QUOTE:  NO TRUST  'If we can't trust the politicians, police and media for reporting the truthful facts, what is next for Canada (comment: This letter to the editor omitted our courts of law which has reduced democratic Canada to nothing. RC) I realize politicians have been the least trustworthy of them all for as long as I can remember, but what happened to the media and now the police? I believe Canadians have now reached a point in Canada's long history that we can't trust anyone. It is sad.'


1) Ontario with a sub-debt unequalled in the western world is about the population of California which is admired by such as the right wing Fraser Institute as a comparable model of fiscal responsibility. Sure it looks good financially if one favours the liquidation of bankrupt towns with the dropping of pension rights and leading to mass lay-offs including policemen and firemen.

2) But where is the Fraser Institute in Canada where bonus payments to civil servants need never have been made in the first place? Nothing...or the deletion of the bilingual allowance now that it is obsolete? Again, nothing.

3) But wait, help is on the way with this article. Canada was formed as a quasi-federal union in 1867 (in defense of an aggressive North after the Civil War) with this difference; the residual powers would lie with the central government to avoid the American one where the residual powers lie with the individual states.

4) Canada opted for the federal union (as opposed to the British unitary Legislative model) for 4 main reasons: a) to accommodate expansion for undeclared western properties i.e.  B.C. & the prairie provinces  b) to accommodate communications with the telegraph just getting established  c) to accommodate widely differing economic interests i.e. SK-wheat; B.C.-mining d) The indigenous peoples problem. The promise of a railroad was to tie all these interests together.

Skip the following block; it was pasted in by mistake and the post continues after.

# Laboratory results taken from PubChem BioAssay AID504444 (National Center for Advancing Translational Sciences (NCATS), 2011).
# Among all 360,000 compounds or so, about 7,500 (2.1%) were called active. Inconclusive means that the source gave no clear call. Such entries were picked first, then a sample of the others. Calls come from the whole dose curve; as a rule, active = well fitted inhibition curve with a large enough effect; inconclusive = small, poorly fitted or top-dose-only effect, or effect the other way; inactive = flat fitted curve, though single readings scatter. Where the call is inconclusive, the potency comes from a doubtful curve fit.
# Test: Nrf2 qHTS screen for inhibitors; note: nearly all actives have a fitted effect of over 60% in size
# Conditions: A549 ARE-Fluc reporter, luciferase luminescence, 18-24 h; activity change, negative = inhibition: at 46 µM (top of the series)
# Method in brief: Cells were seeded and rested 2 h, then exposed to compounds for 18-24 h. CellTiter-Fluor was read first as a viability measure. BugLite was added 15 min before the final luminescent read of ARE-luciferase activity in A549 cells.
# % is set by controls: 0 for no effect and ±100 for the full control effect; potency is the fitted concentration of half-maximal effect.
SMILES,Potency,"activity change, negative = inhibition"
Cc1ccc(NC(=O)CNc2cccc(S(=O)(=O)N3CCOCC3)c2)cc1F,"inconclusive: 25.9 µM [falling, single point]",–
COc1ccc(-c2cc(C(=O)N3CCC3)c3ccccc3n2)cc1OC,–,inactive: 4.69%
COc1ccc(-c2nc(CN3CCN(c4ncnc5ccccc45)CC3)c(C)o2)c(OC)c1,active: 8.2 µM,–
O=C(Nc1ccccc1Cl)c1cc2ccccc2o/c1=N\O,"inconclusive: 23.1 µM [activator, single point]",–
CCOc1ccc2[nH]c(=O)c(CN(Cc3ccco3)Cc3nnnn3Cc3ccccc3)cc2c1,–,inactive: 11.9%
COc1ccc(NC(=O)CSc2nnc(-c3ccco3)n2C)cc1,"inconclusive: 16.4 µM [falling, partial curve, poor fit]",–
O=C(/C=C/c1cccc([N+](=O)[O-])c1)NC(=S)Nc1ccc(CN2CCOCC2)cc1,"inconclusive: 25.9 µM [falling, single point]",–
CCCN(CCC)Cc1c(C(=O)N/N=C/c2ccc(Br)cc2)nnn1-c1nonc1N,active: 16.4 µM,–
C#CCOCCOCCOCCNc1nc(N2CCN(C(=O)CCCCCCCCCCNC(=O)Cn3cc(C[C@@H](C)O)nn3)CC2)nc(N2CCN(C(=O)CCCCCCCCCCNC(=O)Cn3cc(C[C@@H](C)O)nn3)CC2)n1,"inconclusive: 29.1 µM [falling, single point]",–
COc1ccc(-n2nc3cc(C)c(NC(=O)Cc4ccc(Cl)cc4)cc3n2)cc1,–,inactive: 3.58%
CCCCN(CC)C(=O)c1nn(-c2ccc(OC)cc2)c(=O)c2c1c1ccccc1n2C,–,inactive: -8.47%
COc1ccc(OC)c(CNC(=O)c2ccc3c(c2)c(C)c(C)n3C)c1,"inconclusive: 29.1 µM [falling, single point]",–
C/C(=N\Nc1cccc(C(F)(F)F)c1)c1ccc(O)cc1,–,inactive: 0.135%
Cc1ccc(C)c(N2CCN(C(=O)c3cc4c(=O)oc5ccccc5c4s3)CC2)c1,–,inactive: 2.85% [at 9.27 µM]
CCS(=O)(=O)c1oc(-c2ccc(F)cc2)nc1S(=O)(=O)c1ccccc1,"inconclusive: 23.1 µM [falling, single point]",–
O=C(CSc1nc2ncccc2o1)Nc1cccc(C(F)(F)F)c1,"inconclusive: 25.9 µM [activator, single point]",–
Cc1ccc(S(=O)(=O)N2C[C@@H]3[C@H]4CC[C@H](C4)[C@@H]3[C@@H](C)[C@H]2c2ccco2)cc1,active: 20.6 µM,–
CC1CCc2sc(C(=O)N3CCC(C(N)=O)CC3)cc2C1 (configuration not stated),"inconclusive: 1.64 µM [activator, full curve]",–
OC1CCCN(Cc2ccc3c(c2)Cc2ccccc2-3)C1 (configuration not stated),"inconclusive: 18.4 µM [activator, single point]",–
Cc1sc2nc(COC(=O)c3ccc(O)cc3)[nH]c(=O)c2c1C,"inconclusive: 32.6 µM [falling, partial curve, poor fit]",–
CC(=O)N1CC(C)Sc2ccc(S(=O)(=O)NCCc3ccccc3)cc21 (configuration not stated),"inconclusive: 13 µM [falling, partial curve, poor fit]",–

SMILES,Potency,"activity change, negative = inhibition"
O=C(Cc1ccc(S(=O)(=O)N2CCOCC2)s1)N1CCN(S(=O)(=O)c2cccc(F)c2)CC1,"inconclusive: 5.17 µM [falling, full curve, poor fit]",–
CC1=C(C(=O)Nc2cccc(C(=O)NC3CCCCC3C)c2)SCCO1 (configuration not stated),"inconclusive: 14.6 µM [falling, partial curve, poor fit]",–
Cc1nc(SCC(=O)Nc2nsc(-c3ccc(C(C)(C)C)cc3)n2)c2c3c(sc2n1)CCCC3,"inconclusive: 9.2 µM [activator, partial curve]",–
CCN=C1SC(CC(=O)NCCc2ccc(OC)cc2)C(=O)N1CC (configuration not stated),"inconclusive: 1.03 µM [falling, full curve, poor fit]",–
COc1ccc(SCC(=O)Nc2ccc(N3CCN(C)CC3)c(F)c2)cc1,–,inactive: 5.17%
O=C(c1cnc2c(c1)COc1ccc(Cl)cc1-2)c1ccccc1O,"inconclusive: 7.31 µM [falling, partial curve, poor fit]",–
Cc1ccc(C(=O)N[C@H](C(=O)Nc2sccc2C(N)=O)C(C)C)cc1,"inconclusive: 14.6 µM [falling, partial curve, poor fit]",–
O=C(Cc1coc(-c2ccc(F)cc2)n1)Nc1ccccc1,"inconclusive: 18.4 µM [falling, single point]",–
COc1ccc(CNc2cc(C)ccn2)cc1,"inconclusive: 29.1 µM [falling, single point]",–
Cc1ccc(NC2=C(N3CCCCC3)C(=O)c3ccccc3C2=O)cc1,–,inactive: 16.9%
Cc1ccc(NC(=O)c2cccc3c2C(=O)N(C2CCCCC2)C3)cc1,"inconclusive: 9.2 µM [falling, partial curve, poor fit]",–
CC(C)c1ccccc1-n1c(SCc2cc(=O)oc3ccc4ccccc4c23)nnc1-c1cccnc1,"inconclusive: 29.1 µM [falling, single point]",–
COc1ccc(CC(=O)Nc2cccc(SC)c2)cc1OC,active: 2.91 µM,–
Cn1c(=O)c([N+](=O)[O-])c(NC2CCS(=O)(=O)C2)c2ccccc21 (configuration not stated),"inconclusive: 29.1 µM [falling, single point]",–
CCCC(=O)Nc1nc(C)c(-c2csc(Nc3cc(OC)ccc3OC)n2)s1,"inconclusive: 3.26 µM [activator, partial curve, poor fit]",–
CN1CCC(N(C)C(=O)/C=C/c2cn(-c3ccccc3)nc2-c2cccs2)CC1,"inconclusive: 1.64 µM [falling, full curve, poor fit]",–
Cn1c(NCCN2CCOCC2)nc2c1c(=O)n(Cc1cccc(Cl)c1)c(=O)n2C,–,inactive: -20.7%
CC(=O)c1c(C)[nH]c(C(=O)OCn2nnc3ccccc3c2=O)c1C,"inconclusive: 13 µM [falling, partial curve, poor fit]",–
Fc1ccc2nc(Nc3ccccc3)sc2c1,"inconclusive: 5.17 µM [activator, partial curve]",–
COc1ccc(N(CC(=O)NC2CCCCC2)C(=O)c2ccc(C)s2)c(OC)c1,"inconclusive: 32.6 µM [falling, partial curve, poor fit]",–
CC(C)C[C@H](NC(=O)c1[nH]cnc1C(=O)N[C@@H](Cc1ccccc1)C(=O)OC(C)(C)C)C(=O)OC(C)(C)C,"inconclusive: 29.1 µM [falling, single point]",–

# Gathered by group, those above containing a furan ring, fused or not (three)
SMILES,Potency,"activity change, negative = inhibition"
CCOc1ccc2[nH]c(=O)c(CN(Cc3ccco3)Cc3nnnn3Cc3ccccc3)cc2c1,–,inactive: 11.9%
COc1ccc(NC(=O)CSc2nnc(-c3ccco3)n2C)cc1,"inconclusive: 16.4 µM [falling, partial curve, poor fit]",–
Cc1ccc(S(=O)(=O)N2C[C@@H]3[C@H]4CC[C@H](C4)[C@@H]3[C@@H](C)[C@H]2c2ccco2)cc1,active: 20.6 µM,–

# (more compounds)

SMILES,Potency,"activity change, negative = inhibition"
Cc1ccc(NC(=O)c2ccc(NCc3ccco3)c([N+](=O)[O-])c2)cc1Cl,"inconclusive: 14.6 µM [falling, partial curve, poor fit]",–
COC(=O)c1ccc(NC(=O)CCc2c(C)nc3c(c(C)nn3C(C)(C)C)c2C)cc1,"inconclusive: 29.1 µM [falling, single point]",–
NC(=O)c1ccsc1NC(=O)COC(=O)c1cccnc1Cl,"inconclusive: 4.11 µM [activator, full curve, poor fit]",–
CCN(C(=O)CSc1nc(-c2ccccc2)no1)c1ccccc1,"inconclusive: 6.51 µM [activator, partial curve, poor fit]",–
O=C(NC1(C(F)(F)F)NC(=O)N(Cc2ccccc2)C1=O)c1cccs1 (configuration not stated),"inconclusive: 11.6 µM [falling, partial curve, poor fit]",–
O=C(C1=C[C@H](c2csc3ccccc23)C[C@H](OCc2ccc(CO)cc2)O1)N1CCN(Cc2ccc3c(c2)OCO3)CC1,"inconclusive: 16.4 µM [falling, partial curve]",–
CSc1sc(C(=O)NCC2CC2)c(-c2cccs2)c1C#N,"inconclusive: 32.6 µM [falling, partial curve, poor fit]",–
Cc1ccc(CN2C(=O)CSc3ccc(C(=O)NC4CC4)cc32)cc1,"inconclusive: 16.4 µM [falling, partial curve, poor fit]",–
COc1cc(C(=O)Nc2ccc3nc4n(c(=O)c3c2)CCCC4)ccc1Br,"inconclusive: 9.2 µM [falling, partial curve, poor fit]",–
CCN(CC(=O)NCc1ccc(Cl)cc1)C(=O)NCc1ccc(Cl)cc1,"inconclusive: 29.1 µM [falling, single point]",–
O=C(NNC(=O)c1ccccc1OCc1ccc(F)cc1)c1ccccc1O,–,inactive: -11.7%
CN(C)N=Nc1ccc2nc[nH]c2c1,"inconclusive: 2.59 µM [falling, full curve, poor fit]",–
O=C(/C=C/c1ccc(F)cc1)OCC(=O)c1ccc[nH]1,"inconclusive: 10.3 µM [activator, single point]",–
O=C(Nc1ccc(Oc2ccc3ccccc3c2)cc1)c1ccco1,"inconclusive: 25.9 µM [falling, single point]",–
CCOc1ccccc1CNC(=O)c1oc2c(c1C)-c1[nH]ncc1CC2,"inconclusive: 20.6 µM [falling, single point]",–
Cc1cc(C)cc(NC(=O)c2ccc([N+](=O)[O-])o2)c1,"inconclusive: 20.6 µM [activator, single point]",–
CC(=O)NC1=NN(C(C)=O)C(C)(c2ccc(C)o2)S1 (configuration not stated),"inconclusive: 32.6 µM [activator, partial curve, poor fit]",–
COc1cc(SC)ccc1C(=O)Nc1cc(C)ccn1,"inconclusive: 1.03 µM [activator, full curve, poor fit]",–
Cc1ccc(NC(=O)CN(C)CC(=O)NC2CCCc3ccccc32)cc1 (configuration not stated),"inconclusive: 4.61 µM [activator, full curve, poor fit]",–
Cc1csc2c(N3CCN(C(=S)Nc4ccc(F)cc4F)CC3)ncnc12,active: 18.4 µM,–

5) That is not the story of Canada today where the rural population has now been translated into an urban population with advanced technological inventions under the jurisdiction of the provinces. Canada needs a new charter which can be provided to her by becoming a U.S. state.

6) Granted that would lead to the election of judges but the appointment process  in Canada is moribund as attested to by the employeescasecanada.ca  But here is the key difference, judges, CEO's and governors who mess up in the U.S. go to jail. Canada, in contrast, has no effective oversight bodies. Voting Republican or Democrat could be no loss to Canadians if the above writer's views are of any account.

7) The big change comparable to California would be a state run by a Governor and his council which in Canada's case would be an elected Prime Minister with an elected Senate. Provinces would cease to exist although the interests of the people would be maintained by such as Senate appointments i.e the appointment for car city Windsor would be a technological person as opposed to a politician. Political parties (which don't exist in the Constitution) could still exist but 'on their own dime' and not that of taxpayers.

8) Revolutionary? Absolutely. Now all Canada and Canadians require is a catalyst...any suggestions?...hello? ...mad Roger?